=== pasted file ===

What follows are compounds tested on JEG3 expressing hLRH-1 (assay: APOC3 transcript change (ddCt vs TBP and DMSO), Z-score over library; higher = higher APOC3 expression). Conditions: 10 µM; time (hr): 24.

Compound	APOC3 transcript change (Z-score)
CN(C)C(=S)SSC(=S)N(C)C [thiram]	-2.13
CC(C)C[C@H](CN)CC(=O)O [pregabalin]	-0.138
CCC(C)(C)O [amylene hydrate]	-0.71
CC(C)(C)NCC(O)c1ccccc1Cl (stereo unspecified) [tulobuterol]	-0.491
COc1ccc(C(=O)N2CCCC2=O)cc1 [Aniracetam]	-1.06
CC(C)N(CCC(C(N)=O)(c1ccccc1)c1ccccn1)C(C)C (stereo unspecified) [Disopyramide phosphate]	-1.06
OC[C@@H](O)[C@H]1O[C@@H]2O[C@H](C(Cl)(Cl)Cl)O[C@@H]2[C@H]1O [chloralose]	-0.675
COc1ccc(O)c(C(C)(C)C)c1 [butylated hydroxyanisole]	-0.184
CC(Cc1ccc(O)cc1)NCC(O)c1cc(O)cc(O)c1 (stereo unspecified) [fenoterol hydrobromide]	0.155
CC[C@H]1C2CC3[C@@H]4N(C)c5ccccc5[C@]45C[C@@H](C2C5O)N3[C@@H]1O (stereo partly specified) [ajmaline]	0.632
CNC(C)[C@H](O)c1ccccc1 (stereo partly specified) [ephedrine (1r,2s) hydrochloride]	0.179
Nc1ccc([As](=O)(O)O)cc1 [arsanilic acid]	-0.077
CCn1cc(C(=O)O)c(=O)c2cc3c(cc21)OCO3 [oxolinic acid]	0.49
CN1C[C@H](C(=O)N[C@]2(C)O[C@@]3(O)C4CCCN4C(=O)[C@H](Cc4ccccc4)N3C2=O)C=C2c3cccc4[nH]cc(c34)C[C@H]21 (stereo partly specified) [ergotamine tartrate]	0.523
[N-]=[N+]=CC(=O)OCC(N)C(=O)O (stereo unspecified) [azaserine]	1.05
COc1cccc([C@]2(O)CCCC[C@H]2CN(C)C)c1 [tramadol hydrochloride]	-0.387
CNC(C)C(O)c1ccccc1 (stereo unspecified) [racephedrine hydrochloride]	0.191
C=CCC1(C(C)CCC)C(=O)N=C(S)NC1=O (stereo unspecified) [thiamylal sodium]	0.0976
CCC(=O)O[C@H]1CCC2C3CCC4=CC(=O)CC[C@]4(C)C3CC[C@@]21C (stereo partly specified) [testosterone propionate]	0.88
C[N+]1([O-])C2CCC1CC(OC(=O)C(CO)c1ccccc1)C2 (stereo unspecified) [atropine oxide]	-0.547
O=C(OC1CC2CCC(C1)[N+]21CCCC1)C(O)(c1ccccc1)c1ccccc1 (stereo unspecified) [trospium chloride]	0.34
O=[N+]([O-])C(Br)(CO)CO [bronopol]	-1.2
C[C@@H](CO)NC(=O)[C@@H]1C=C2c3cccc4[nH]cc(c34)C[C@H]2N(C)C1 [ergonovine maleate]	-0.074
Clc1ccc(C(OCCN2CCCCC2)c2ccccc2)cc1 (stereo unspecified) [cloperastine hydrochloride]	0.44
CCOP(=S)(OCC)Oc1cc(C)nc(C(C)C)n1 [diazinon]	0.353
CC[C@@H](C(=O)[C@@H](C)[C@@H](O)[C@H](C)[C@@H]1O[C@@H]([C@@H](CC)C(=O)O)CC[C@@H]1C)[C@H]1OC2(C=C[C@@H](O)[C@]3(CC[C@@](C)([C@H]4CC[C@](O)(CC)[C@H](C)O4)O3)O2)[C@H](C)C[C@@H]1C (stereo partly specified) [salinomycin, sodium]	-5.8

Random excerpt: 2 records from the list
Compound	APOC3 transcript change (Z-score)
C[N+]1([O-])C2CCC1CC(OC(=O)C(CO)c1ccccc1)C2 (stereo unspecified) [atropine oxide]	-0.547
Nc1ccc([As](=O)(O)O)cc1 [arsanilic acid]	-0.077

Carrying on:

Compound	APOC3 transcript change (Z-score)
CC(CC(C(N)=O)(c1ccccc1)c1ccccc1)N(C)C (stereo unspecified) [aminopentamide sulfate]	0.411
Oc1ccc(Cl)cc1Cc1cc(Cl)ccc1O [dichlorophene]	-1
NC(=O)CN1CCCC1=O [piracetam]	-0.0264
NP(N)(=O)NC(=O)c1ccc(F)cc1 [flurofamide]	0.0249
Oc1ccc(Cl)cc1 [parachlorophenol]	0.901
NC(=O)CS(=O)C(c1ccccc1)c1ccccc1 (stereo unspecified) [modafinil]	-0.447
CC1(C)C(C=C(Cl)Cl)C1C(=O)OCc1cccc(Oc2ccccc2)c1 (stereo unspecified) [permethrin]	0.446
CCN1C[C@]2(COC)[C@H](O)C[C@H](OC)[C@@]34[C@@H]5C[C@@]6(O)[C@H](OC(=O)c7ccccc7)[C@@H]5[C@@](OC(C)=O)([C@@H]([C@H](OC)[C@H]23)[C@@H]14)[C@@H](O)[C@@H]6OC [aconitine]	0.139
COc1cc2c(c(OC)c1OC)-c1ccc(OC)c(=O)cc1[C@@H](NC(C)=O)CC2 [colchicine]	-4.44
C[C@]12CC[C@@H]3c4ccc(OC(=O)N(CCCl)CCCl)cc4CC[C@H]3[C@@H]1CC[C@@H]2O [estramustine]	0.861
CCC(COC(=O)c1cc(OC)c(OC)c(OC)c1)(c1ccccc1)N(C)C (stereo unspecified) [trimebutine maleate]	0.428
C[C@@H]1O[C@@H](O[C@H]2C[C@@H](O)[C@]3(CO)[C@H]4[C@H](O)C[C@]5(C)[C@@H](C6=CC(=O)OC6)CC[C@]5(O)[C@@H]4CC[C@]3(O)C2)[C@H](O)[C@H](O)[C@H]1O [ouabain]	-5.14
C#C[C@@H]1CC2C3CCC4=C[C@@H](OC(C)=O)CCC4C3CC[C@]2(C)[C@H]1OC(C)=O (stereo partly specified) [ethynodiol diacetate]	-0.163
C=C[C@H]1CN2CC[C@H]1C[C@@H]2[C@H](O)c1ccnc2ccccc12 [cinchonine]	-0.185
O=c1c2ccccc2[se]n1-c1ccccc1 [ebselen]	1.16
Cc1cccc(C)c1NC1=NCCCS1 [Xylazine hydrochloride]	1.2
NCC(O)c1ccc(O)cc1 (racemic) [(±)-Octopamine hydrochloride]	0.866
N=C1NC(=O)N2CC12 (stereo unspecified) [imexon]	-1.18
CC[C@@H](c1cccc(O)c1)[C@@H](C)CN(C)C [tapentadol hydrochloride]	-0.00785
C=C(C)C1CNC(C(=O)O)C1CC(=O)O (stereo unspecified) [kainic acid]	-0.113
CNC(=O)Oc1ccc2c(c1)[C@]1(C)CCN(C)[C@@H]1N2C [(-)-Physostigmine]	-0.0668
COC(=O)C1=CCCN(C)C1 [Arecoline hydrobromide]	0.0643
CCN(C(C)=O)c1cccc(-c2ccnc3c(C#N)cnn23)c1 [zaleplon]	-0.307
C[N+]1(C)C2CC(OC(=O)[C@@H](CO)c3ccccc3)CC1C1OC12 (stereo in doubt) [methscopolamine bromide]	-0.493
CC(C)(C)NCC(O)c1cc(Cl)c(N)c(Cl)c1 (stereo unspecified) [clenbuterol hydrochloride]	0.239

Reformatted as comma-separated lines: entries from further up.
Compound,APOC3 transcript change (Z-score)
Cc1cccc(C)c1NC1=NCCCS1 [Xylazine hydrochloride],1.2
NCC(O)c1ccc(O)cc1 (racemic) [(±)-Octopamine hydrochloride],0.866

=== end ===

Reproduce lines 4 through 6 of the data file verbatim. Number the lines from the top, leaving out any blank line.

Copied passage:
CC(C)C[C@H](CN)CC(=O)O [pregabalin]	-0.138
CCC(C)(C)O [amylene hydrate]	-0.71
CC(C)(C)NCC(O)c1ccccc1Cl (stereo unspecified) [tulobuterol]	-0.491